August 17, 2018

Accepting Asperger’s

Accepting Asperger's
By Jessica Costa

                The terms diagnosis and disability have followed me before I became aware of their presence. It was obvious that I did not think like my classmates. I asked my parents why I could not connect to them. They consistently answered that my brain was wired differently each time . I did not realize how accurate their description was. I was unaware that they knew about my diagnosis long before I found out. This information left me with a mixed bag of emotions to sort through over the years. Acceptance came gradually as I gradually confronted some painful memories.
                As a young girl, I was aware that I did not fit in with the kids in my grades. For a long time, I thought that there was something wrong with me. I could not build the same connections with my classmates like they did with each other. The sense of wrongness haunted me for several years. I was unaware that there was an explanation for my struggles. The lack of awareness created a sense of isolation between myself and my classmates. This feeling got heavier as I was also frequently bullied by those same classmates.
                Each year my frustration about that grew. It wasn't until freshman year of high school that I spoke to my doctor about some of my difficulties interacting with kids my age. She suggested I look into researching the autistic spectrum, which began my research. In the beginning, I believed that I had ADHD. When I talked to my mom about it, she recommended researching Asperger's Syndrome. As I started to read more about it, several of my fears were settled. However, I was weighed down by the numerous new questions that developed.
                      When my parents confirmed my suspicions of the diagnosis, I remember the sense of relief that flooded my body. I was not a 'broken' person. I just had a condition that made certain things harder. Most importantly, I was not alone -there were others out there who had similar struggles to mine. It gave me hope.
                After the relief passed, I was swamped with a new sense of uncertainty. The information had left me with questions about my future and my identity. Am I defined by my diagnosis or by my actions? What kind of actions does it influence? How much control over myself do I really have? What did this mean for my future? Would I be able to survive outside of the school environment? How much does my diagnosis define myself and my actions? At 24 years old, after all these years, these questions still pop up despite my acceptance. However, they don't intimidate me as much. I have accepted the fact that I may never find the answer to these questions. Uncertainty will always be a part of life with or without my Asperger's.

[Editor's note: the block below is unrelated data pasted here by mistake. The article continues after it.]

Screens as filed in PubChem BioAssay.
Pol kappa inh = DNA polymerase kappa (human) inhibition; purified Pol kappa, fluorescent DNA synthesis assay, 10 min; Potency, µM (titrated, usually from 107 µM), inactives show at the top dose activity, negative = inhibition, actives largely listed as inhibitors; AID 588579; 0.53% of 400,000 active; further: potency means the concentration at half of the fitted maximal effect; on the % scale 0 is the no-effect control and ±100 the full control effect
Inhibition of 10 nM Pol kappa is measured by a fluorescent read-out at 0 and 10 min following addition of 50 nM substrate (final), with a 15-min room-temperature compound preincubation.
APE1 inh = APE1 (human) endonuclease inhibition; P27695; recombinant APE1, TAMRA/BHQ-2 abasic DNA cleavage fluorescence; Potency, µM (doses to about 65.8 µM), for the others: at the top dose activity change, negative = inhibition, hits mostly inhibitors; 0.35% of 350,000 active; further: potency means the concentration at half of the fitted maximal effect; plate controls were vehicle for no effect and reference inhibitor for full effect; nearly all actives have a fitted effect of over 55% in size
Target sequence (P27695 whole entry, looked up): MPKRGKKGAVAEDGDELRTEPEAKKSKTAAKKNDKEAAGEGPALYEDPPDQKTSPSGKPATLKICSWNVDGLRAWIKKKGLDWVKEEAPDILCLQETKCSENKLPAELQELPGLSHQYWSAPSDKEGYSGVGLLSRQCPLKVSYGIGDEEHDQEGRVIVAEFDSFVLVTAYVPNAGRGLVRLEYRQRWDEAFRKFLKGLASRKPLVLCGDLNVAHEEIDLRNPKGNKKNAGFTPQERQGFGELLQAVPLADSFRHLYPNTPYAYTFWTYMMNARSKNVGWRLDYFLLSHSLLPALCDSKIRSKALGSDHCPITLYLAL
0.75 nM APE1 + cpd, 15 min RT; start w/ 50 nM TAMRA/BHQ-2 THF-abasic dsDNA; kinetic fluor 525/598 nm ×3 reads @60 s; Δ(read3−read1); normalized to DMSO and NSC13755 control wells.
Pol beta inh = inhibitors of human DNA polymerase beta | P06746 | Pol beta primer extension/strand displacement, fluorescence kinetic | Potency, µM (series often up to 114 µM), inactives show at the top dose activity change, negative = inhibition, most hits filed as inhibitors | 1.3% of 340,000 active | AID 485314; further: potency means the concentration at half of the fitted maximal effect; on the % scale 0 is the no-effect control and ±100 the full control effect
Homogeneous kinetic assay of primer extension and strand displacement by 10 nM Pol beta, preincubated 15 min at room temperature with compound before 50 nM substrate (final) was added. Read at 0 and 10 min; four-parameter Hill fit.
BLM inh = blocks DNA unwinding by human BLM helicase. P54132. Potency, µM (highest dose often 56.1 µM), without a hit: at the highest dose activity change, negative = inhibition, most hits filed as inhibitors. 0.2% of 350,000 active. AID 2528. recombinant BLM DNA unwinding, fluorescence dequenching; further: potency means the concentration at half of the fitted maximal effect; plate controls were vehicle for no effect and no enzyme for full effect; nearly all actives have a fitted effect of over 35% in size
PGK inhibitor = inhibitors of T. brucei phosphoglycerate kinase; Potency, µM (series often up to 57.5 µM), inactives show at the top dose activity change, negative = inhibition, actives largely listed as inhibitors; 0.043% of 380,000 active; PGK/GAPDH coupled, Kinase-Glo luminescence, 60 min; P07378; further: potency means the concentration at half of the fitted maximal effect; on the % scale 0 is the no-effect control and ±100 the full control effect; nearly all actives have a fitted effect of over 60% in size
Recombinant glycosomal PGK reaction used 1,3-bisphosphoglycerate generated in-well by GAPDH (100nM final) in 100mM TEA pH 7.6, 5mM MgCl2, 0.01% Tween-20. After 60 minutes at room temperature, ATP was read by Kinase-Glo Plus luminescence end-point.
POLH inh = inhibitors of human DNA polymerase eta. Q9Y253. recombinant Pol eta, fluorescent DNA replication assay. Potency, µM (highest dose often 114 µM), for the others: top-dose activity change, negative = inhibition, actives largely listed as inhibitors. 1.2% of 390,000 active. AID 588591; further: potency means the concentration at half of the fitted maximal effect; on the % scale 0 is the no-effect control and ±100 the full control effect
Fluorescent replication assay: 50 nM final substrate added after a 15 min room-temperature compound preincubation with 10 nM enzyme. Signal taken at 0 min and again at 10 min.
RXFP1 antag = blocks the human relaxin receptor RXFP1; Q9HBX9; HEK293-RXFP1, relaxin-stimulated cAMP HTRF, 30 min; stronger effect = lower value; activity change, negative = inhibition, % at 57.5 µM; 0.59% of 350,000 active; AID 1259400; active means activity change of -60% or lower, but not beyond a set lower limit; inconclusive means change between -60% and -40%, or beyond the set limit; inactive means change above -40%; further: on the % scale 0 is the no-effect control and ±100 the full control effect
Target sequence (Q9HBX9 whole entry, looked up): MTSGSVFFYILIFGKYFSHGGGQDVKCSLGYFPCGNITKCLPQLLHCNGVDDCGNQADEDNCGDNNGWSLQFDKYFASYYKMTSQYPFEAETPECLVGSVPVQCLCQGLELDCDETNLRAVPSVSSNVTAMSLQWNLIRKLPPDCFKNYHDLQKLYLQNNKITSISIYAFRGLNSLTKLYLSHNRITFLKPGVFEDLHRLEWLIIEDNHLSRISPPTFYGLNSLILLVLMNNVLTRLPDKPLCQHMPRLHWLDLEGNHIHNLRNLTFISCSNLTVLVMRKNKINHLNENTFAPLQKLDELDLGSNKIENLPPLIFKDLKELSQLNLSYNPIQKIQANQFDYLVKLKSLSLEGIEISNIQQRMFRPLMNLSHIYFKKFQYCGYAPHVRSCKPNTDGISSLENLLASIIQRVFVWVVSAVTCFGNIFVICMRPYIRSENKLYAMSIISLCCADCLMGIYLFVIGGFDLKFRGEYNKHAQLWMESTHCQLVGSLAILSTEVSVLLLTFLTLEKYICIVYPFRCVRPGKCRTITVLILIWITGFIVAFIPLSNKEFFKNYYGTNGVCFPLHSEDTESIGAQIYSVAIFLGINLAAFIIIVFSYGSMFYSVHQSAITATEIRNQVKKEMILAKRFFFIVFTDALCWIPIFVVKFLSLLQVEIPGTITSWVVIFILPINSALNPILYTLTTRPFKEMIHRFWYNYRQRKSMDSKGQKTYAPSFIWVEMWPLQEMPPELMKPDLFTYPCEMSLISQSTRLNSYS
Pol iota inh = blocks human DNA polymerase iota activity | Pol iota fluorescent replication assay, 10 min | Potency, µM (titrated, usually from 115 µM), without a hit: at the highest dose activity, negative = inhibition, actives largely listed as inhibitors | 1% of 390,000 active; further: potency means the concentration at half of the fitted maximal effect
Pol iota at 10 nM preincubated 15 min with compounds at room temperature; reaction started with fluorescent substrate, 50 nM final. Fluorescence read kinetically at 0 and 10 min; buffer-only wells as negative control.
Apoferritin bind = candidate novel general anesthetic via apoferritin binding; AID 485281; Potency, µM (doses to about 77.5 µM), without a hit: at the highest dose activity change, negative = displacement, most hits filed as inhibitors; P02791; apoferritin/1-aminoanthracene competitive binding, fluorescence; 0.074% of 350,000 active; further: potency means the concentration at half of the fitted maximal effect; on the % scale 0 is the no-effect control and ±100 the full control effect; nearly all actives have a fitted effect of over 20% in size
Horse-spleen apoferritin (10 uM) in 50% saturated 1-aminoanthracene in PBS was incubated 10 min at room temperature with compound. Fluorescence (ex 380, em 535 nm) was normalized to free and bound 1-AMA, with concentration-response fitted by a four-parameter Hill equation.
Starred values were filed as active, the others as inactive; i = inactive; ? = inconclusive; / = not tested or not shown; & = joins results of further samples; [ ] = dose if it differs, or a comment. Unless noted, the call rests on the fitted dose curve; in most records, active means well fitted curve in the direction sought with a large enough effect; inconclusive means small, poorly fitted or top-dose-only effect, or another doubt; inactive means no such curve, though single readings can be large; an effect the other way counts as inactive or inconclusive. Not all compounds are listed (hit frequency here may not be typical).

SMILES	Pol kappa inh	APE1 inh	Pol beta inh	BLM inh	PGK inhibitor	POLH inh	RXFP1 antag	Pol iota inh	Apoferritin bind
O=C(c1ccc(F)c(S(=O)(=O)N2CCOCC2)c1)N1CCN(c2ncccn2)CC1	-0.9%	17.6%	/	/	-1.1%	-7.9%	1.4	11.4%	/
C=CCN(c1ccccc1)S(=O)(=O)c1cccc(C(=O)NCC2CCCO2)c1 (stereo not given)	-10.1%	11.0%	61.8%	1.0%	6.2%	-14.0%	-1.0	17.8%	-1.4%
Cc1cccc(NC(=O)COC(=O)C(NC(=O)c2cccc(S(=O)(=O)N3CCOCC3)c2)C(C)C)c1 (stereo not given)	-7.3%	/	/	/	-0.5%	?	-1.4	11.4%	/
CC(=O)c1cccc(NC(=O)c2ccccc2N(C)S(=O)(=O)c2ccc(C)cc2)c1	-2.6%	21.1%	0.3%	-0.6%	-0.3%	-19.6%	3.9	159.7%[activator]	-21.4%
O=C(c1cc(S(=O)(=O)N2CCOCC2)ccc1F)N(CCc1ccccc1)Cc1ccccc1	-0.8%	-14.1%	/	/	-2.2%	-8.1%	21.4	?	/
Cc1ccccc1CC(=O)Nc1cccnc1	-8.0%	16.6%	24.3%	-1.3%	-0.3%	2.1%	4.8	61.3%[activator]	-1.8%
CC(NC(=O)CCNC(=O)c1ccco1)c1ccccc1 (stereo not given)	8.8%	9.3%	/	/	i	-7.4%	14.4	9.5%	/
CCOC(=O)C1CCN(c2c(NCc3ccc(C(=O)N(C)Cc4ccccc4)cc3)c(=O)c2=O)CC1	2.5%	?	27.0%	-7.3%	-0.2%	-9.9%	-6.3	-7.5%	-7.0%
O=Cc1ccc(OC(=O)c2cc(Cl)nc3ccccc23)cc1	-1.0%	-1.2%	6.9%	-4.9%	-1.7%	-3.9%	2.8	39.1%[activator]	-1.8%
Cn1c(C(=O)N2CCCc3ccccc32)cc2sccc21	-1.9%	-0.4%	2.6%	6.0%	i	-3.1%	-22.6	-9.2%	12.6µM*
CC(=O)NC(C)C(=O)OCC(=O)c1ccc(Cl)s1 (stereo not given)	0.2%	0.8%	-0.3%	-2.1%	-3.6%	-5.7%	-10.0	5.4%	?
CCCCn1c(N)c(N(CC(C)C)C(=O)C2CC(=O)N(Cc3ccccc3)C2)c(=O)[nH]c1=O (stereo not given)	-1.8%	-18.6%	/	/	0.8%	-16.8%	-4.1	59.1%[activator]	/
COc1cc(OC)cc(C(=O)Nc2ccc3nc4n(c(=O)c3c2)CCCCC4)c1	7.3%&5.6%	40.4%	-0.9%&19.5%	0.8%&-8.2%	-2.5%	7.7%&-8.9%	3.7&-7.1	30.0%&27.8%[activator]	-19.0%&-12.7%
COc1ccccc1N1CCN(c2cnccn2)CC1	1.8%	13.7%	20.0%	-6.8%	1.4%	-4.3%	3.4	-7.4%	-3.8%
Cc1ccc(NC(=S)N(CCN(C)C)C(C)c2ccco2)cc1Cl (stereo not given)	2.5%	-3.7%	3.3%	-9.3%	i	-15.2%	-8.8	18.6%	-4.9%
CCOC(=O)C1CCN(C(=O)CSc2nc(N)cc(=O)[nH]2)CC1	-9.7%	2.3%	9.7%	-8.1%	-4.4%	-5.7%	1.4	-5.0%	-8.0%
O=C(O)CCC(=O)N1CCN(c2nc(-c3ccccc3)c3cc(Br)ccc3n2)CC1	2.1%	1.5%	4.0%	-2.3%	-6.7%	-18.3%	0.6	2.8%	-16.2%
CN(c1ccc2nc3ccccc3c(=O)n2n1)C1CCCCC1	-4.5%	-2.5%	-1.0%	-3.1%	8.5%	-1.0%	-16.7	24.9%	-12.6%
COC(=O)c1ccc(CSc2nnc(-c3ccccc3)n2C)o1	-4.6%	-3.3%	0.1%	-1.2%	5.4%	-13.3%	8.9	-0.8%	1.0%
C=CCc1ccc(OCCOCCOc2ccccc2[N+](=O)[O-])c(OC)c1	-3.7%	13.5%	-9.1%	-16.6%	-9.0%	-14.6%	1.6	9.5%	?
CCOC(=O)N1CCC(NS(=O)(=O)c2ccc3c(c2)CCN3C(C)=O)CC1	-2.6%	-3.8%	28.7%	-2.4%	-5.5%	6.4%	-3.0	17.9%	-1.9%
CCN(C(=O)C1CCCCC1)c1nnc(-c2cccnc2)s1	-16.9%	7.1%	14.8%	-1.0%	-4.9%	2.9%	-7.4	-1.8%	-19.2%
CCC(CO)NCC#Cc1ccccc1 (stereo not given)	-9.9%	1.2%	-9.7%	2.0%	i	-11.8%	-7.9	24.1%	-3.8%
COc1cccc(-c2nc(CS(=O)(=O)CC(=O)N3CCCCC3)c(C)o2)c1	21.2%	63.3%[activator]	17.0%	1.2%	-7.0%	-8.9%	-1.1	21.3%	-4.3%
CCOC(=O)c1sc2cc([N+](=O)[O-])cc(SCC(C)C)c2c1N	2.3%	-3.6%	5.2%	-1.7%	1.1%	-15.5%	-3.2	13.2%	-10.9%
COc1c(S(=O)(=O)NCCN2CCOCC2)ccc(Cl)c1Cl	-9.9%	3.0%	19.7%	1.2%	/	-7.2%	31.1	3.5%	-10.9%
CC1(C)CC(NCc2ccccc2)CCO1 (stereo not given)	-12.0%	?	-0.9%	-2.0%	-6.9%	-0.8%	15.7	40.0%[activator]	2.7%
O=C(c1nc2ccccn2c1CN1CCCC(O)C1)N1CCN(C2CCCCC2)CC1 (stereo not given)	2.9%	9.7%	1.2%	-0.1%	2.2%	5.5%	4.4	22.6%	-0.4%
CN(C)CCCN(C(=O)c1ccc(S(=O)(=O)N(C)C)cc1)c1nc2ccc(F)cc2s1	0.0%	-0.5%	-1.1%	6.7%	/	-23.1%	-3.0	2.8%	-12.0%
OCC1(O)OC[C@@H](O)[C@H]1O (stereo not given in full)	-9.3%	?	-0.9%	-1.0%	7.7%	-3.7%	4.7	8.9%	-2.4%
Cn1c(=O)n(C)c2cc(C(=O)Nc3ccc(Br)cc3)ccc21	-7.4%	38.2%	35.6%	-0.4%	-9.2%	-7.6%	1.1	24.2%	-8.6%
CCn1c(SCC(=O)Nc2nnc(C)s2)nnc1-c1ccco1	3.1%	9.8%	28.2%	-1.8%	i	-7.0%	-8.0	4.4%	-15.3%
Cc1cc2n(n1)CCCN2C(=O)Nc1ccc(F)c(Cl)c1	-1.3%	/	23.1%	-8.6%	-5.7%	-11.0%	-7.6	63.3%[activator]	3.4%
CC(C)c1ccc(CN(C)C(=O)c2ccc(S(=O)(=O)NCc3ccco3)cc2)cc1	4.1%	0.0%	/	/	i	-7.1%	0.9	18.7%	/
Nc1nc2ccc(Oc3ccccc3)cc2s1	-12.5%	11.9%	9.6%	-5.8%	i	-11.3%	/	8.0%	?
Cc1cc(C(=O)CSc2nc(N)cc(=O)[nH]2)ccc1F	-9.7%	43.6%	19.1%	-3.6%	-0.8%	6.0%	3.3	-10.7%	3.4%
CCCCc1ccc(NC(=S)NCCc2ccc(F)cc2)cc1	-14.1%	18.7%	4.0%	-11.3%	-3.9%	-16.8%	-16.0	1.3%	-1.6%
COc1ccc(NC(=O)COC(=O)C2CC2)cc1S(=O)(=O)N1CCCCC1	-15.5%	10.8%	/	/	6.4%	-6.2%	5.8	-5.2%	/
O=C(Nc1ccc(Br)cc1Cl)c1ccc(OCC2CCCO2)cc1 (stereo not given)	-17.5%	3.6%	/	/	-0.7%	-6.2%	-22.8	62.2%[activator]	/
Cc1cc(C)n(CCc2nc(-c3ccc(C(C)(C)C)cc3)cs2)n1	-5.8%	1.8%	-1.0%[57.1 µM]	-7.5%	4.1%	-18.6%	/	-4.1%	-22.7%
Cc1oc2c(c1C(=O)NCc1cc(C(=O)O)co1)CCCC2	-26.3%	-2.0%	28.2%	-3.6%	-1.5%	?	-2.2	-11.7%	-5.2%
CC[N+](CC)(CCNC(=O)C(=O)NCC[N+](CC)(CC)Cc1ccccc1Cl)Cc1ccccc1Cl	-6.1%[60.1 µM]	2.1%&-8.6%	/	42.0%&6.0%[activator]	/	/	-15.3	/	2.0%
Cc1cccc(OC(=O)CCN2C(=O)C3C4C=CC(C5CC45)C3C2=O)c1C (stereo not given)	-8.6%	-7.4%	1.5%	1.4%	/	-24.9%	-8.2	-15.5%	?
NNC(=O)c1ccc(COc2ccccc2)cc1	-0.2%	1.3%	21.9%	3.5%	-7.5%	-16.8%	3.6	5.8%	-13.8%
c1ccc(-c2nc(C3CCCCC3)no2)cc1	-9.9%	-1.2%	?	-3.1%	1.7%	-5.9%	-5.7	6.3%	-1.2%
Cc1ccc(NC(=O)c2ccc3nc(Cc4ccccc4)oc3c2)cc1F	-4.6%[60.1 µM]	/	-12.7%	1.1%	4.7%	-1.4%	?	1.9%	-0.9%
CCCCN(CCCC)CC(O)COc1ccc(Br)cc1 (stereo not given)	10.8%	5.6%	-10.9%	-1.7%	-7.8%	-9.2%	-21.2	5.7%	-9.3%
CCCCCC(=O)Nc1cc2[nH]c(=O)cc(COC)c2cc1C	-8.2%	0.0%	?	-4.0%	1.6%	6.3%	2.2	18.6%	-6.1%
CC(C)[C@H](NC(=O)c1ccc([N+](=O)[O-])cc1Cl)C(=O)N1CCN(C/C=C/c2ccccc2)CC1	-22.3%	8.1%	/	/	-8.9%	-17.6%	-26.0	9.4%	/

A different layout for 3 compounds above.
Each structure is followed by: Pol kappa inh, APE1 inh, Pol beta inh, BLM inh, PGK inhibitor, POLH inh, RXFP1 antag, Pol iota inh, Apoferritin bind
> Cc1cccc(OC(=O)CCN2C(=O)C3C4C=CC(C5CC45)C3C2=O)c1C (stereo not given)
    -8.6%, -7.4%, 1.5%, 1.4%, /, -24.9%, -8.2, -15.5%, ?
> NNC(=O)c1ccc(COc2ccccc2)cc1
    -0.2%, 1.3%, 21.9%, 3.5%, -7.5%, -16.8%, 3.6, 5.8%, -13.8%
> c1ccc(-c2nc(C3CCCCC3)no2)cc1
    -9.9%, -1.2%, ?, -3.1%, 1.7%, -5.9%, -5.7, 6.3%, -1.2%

Acceptance was difficult to come to for a long time. At first, the acceptance of my diagnosis as a term was relatively easy. The idea of my brain being differently wired than my classmates helped me understand that I could learn to be better. My time in college further challenged my view point on my diagnosis. It was harder to learn how to accept what the diagnosis meant personally. I had a harder time accepting my own flaws which may or may not be influenced from my diagnosis. It was a challenge to figure out the right way to feel about it.
                After years of fretting, I realized that there is no right way to feel about the diagnosis. I have read what other autistic people have thought of their diagnoses. Some believe that it is something that they need to be cured of. It was a source of their suffering. Others, like myself, believe that Asperger's helped form us to be our own person. My diagnosis is a mixed bag. It has been a source of pain and strength. It has helped shape a big part of my identity but it does not define me.
                My acceptance of my diagnosis does not stop the doubts from reappearing or that my struggles have magically gone away. I have learned better tactics to overcome some of my challenges. There will always be struggles, I did not grow out of my Asperger's. It is an aspect of me that will not change but I am not limited to my diagnosis. It may not change but I can still grow.  


  1. How would knowing other girls/women on the spectrum as you were growing up changed your view of your diagnosis?

    1. Thank you for your question!

      The hyper focus on autism being in boys/men was a bit imitating when I first learned about my diagnosis. I did not think that my issues would be taken as seriously by the public, especially since I noticed that my experiences was very different than what the media portrayed for autistic boys/girls. When I learned about other girls/women on the spectrum was very comforting. My mother bought me two books, Asperger's and Girls by Tony Attwood, Temple Grandin and other authors helped address some questions through high school in friendships and developing my identity. While another book Thinking in Pictures by Temple Grandin was an inspiring work which helped me learn to believe in my own successes.